Schoolchildren could be taught the “breast is best” mantra in class, under recommendations aimed at driving up breastfeeding rates in the UK.
The country has one of the lowest rates of breastfeeding in the world, with 40 per cent of babies breastfeeding at six to eight weeks. The numbers drop rapidly from there.
In a series of proposals to encourage more women to continue with breastfeeding, the Royal College of Paediatrics and Child Health has said secondary schools should include the subject in PSHE lessons from age 11.
They also want laws brought in that force employers to help mums to breastfeed after returning to work, with supports such as facilities for expressing milk.
I am absolutely fascinated by breastfeeding statistics. When I was struggling to feed my first baby I spent hours of on Google looking at the breakdown of statistics showing how many women were still exclusively feeding by X weeks. It was like I was trying to eradicate my guilt by proving to myself I’m not the only one who couldn’t exclusively breastfeed.
Neither of my kids were exclusively breastfed. But I am still breastfeeding my seven-month-old most of her milk feeds. I pumped all of my first daughter’s feeds for 20 weeks.
I truly believe no amount of support would have changed the outcome of my breastfeeding journeys with my two children. With my second I was too exhausted to keep cluster feeding, I had to throw in the towel and pass my baby over to a bottle-wielding hubby so I could sleep. With my first, she just wouldn’t latch and feed.
I think education is a wonderful thing and I’m sure support has and will help a lot of women to keep going with breastfeeding.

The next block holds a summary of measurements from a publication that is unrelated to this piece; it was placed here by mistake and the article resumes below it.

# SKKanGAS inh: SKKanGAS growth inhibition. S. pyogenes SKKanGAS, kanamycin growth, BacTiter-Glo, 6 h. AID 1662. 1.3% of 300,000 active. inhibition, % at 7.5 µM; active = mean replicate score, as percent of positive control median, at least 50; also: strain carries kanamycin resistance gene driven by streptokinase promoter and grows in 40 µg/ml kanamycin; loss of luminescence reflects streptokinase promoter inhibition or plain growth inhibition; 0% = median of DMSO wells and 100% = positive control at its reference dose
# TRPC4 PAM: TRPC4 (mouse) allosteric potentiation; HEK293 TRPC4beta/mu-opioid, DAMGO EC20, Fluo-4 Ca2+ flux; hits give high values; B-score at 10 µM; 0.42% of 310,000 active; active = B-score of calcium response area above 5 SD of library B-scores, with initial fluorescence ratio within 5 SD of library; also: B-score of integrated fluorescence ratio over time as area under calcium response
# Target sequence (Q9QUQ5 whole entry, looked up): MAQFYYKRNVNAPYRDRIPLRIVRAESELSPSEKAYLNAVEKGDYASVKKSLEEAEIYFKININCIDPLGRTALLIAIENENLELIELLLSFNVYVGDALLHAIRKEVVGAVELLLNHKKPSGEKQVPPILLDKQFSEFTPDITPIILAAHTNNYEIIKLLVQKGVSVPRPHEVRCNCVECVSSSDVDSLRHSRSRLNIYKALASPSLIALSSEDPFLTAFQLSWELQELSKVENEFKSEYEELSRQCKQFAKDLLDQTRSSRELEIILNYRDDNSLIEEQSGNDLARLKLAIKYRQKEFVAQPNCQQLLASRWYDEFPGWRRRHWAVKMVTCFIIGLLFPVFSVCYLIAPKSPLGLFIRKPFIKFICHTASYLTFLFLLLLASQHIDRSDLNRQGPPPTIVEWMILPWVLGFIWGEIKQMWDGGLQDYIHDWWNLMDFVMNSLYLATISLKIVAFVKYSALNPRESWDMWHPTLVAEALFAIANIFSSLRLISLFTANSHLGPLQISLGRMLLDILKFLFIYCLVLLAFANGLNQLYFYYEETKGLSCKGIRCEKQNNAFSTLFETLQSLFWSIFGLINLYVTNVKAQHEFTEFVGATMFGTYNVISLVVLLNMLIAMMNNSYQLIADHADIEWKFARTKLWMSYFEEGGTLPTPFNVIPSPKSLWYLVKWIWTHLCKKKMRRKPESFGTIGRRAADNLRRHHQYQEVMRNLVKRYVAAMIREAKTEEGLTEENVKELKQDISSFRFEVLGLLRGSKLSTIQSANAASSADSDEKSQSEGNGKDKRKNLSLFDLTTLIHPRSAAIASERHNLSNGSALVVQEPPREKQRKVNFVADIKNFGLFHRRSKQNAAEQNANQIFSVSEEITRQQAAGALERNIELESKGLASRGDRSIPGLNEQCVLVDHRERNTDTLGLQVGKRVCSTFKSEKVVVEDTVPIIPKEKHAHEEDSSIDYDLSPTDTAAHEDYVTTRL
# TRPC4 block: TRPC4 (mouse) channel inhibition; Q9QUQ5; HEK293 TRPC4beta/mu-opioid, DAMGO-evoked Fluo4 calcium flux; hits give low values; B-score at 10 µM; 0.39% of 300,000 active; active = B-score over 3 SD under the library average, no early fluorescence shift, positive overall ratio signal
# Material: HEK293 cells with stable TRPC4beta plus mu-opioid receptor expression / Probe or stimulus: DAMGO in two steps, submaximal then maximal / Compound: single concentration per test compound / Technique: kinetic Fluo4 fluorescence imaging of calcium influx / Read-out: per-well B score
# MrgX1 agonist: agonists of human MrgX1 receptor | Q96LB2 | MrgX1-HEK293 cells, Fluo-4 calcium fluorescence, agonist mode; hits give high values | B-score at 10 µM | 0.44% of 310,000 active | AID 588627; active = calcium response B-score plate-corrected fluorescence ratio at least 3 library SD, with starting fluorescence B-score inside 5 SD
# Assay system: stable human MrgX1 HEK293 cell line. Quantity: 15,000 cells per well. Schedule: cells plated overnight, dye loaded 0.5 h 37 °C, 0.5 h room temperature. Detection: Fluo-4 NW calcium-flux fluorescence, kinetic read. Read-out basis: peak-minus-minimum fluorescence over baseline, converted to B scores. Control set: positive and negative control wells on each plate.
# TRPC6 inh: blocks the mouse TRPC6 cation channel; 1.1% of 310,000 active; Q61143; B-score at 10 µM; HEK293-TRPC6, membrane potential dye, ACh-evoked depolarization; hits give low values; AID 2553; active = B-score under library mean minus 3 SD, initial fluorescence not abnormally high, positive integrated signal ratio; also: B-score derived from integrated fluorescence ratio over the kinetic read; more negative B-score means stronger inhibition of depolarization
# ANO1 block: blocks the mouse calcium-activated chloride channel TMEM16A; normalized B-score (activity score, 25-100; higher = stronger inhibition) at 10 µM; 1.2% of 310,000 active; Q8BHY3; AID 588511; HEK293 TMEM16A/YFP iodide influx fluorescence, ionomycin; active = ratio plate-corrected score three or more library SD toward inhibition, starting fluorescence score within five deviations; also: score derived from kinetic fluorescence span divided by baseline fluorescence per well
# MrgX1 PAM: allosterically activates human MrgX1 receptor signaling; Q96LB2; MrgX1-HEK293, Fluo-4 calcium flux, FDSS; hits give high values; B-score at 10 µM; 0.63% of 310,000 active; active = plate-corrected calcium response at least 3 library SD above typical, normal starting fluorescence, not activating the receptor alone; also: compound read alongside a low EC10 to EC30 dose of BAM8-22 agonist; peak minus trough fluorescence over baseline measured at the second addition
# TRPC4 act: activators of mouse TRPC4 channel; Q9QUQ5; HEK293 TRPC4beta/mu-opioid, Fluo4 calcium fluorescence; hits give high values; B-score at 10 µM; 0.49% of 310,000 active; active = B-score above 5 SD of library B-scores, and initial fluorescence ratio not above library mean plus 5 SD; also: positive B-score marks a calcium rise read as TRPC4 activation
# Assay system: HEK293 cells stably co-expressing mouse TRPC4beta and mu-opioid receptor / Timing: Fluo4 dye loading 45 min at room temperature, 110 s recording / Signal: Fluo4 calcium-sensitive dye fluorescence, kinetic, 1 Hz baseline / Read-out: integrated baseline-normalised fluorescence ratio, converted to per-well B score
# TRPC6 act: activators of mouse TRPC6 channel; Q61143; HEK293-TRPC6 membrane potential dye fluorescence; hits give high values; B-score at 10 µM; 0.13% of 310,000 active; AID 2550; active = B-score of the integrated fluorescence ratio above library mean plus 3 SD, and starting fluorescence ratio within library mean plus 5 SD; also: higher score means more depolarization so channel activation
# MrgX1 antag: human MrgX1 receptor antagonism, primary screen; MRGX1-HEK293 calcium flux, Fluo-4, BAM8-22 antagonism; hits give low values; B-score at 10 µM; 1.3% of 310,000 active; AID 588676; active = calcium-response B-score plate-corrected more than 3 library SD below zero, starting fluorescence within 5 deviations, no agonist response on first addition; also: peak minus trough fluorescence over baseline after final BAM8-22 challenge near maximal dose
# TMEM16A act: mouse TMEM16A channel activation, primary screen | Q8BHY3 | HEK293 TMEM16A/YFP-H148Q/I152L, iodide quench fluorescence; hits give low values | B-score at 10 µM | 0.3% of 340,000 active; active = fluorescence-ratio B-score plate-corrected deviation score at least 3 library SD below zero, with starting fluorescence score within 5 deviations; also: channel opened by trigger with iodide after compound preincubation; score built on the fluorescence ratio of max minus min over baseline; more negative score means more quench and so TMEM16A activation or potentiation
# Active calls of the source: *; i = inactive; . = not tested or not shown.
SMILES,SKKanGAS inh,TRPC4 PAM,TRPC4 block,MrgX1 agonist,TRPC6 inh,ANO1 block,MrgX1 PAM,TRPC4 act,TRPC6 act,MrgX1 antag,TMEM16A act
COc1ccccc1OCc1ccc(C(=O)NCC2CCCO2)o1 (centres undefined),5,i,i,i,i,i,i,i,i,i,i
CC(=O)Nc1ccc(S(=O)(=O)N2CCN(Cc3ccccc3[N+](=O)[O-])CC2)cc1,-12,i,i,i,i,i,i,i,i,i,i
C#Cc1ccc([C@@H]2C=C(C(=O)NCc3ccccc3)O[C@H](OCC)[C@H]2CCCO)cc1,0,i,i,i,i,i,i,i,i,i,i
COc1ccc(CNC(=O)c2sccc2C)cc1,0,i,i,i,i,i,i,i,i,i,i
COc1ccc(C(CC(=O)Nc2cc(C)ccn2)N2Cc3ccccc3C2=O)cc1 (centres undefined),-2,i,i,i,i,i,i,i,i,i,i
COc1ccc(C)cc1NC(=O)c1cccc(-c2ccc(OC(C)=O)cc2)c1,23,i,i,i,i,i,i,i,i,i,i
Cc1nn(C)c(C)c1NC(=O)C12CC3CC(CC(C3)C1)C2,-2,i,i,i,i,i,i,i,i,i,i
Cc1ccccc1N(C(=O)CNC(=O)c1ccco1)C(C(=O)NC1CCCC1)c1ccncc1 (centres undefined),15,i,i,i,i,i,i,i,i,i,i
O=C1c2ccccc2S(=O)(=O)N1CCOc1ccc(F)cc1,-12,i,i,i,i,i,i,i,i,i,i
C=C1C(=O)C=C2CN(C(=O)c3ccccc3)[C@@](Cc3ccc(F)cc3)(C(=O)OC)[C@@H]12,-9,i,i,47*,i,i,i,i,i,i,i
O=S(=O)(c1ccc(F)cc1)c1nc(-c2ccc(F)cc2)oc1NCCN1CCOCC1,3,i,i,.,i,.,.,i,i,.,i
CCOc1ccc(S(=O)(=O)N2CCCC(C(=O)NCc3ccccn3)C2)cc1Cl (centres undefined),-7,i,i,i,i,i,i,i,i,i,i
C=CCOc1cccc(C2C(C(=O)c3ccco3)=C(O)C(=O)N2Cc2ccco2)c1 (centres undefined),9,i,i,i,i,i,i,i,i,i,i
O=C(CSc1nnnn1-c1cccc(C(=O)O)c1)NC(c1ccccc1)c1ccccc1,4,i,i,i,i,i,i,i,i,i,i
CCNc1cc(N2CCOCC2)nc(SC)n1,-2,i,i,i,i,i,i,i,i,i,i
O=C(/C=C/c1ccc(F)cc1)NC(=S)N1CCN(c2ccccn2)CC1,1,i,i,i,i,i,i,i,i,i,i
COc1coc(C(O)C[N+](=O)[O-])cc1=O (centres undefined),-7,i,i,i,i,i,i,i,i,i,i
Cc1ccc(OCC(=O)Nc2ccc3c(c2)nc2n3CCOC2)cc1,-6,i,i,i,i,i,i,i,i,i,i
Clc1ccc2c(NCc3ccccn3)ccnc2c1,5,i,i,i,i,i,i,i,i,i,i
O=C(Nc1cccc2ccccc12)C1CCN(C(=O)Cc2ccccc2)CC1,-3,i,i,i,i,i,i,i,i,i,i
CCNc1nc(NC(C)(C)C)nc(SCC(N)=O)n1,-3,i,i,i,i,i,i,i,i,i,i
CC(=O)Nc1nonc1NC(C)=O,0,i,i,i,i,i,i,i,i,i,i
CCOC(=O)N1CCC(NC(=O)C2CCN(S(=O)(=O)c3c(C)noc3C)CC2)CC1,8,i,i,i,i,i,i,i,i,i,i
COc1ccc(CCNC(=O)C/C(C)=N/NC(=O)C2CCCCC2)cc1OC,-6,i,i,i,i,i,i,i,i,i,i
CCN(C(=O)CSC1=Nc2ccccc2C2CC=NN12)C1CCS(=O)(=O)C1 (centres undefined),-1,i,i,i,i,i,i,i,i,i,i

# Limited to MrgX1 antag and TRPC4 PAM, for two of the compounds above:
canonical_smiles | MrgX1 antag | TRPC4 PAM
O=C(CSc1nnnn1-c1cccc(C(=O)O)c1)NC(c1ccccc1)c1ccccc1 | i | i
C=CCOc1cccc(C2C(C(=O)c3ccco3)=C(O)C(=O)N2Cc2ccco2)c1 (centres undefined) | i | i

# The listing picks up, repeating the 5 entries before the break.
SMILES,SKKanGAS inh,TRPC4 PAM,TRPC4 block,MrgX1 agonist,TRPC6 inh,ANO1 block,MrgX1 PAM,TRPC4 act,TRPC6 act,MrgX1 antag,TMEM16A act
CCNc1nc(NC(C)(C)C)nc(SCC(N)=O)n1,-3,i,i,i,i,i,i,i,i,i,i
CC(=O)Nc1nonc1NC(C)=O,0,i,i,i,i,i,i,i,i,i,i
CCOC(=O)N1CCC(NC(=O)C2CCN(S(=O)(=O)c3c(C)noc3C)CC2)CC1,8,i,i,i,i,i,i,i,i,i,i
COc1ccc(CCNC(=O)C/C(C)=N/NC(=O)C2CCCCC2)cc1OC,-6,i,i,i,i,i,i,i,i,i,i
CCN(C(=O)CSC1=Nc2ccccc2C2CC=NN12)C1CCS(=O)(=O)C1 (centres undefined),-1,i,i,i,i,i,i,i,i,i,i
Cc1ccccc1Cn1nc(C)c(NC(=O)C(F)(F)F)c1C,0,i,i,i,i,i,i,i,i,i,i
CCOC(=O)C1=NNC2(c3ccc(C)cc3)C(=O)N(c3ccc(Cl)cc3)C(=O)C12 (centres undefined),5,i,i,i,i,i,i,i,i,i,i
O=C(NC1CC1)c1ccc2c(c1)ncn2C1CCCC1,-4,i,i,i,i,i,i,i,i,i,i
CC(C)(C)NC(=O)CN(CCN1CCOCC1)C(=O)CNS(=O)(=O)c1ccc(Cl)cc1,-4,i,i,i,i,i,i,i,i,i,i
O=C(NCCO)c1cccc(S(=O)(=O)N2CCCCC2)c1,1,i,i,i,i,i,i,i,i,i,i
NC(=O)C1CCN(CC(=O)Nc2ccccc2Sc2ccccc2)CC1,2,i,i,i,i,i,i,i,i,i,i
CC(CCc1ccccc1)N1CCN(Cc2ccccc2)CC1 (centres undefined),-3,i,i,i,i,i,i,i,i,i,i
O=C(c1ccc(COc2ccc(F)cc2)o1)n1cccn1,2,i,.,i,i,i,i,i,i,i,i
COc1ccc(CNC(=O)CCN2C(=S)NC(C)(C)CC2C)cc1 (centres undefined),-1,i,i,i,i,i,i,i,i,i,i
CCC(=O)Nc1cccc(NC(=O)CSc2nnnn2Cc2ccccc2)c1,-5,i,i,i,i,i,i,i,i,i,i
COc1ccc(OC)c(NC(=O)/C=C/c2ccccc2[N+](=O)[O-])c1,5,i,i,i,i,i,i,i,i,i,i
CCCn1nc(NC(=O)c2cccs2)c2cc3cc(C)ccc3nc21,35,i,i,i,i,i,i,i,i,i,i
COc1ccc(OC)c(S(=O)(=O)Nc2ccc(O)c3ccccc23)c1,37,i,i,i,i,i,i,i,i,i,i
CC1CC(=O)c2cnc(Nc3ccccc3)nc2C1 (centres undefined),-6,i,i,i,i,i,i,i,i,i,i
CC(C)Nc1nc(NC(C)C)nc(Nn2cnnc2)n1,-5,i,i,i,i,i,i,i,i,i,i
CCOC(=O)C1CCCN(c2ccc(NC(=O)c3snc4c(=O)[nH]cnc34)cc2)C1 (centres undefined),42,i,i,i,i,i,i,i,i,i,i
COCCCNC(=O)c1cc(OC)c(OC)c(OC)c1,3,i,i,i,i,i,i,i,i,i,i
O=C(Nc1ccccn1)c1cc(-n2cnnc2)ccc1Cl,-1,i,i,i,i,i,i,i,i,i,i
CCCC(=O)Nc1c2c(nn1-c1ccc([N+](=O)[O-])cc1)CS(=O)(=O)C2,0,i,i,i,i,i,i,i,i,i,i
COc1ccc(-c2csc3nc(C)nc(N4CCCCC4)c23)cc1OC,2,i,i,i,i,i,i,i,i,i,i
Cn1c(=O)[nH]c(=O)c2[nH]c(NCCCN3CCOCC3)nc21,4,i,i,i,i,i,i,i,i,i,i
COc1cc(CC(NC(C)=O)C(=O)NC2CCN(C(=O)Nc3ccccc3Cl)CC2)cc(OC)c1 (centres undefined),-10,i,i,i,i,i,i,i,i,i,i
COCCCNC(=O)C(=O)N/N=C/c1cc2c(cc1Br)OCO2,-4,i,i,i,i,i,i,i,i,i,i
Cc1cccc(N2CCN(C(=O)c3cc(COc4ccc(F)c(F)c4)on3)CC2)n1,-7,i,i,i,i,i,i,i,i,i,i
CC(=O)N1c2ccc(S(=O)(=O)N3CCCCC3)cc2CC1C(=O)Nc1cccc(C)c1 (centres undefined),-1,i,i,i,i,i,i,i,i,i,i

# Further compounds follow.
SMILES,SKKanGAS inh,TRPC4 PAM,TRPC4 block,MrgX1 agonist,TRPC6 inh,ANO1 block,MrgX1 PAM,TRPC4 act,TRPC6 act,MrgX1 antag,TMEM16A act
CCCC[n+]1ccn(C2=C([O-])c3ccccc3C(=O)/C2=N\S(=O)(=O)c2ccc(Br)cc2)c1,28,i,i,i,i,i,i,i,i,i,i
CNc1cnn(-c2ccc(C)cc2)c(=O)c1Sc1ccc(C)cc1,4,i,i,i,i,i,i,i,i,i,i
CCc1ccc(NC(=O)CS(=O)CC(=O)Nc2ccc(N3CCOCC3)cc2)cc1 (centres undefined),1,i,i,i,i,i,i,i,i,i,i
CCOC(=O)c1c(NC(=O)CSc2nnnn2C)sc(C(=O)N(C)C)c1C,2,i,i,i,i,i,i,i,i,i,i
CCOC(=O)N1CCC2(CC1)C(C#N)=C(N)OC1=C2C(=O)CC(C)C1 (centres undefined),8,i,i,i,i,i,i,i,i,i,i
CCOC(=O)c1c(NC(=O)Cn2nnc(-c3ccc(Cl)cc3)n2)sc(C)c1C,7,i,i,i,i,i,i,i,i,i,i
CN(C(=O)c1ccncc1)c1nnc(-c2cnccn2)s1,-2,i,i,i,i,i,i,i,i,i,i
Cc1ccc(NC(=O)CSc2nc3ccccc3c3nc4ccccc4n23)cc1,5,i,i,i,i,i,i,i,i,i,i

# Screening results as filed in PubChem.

So adding this information to kids at school is a good thing. If nothing else, it will normalise breastfeeding. Too many women still feel self-conscious when feeding in public. I don’t think you can ever have too much education.
With that in mind, here are some World Health Organisation facts about breastfeeding:
- About 40% of infants 0–5 months old are exclusively breastfed worldwide.
- Few children receive nutritionally adequate and safe complementary foods; in many countries less than a fourth of infants 6–23 months of age meet the criteria of dietary diversity and feeding frequency that are appropriate for their age.
- Over 820 000 children’s lives could be saved every year among children under 5 years, if all children 0–23 months were optimally breastfed.
- Breastfeeding improves IQ, school attendance, and is associated with higher income in adult life.
- Improving child development and reducing health costs through breastfeeding results in economic gains for individual families as well as at the national level.
I do see that the statistics support the “breast is best” message and if you can do it, then great.
However I hope if the message does get spread in the classroom, it won’t be delivered in a “be all and end all”-style. Some women just can’t get on with breastfeeding and they use formula. And you know what? Their babies are just as cute, annoying, happy, whiny, anti-sleep and troublesome as the exclusively breastfed ones.